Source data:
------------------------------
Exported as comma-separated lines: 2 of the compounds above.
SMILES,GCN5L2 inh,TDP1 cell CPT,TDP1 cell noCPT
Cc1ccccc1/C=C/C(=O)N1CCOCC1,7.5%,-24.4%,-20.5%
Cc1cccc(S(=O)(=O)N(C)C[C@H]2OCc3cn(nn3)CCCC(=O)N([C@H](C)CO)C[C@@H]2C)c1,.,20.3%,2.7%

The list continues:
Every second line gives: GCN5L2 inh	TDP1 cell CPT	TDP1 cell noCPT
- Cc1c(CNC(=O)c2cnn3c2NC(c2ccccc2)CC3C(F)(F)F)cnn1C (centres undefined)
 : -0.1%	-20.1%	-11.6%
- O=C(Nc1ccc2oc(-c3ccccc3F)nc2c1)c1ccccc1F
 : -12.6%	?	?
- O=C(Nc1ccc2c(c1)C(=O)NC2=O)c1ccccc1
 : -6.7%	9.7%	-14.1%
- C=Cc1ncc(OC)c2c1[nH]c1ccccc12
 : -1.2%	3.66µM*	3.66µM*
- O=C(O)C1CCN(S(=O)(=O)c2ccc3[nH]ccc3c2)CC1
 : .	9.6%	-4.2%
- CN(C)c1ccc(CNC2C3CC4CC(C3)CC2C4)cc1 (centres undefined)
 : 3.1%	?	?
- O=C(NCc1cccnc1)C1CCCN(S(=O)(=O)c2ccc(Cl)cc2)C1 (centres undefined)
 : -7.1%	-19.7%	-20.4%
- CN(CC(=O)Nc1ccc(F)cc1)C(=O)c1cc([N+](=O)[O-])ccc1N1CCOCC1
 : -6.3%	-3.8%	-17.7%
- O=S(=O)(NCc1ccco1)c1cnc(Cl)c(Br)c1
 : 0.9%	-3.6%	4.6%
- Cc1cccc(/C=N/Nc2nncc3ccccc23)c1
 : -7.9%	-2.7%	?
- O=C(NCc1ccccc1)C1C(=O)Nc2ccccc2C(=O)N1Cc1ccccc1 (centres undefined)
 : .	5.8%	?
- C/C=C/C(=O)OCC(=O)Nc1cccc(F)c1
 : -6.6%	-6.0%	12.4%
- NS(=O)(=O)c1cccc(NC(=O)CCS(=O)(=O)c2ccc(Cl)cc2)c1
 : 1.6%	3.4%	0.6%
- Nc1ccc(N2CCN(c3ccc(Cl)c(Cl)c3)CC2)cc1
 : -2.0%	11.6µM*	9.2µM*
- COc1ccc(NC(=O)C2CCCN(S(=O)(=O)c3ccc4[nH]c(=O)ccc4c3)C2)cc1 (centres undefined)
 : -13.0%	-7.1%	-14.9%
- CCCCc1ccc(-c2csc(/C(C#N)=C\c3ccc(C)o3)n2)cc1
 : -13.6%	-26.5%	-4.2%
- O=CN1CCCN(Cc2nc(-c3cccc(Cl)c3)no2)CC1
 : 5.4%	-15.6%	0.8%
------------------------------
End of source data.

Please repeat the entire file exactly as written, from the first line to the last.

Exported as comma-separated lines: 2 of the compounds above.
SMILES,GCN5L2 inh,TDP1 cell CPT,TDP1 cell noCPT
Cc1ccccc1/C=C/C(=O)N1CCOCC1,7.5%,-24.4%,-20.5%
Cc1cccc(S(=O)(=O)N(C)C[C@H]2OCc3cn(nn3)CCCC(=O)N([C@H](C)CO)C[C@@H]2C)c1,.,20.3%,2.7%

The list continues:
Every second line gives: GCN5L2 inh	TDP1 cell CPT	TDP1 cell noCPT
- Cc1c(CNC(=O)c2cnn3c2NC(c2ccccc2)CC3C(F)(F)F)cnn1C (centres undefined)
 : -0.1%	-20.1%	-11.6%
- O=C(Nc1ccc2oc(-c3ccccc3F)nc2c1)c1ccccc1F
 : -12.6%	?	?
- O=C(Nc1ccc2c(c1)C(=O)NC2=O)c1ccccc1
 : -6.7%	9.7%	-14.1%
- C=Cc1ncc(OC)c2c1[nH]c1ccccc12
 : -1.2%	3.66µM*	3.66µM*
- O=C(O)C1CCN(S(=O)(=O)c2ccc3[nH]ccc3c2)CC1
 : .	9.6%	-4.2%
- CN(C)c1ccc(CNC2C3CC4CC(C3)CC2C4)cc1 (centres undefined)
 : 3.1%	?	?
- O=C(NCc1cccnc1)C1CCCN(S(=O)(=O)c2ccc(Cl)cc2)C1 (centres undefined)
 : -7.1%	-19.7%	-20.4%
- CN(CC(=O)Nc1ccc(F)cc1)C(=O)c1cc([N+](=O)[O-])ccc1N1CCOCC1
 : -6.3%	-3.8%	-17.7%
- O=S(=O)(NCc1ccco1)c1cnc(Cl)c(Br)c1
 : 0.9%	-3.6%	4.6%
- Cc1cccc(/C=N/Nc2nncc3ccccc23)c1
 : -7.9%	-2.7%	?
- O=C(NCc1ccccc1)C1C(=O)Nc2ccccc2C(=O)N1Cc1ccccc1 (centres undefined)
 : .	5.8%	?
- C/C=C/C(=O)OCC(=O)Nc1cccc(F)c1
 : -6.6%	-6.0%	12.4%
- NS(=O)(=O)c1cccc(NC(=O)CCS(=O)(=O)c2ccc(Cl)cc2)c1
 : 1.6%	3.4%	0.6%
- Nc1ccc(N2CCN(c3ccc(Cl)c(Cl)c3)CC2)cc1
 : -2.0%	11.6µM*	9.2µM*
- COc1ccc(NC(=O)C2CCCN(S(=O)(=O)c3ccc4[nH]c(=O)ccc4c3)C2)cc1 (centres undefined)
 : -13.0%	-7.1%	-14.9%
- CCCCc1ccc(-c2csc(/C(C#N)=C\c3ccc(C)o3)n2)cc1
 : -13.6%	-26.5%	-4.2%
- O=CN1CCCN(Cc2nc(-c3cccc(Cl)c3)no2)CC1
 : 5.4%	-15.6%	0.8%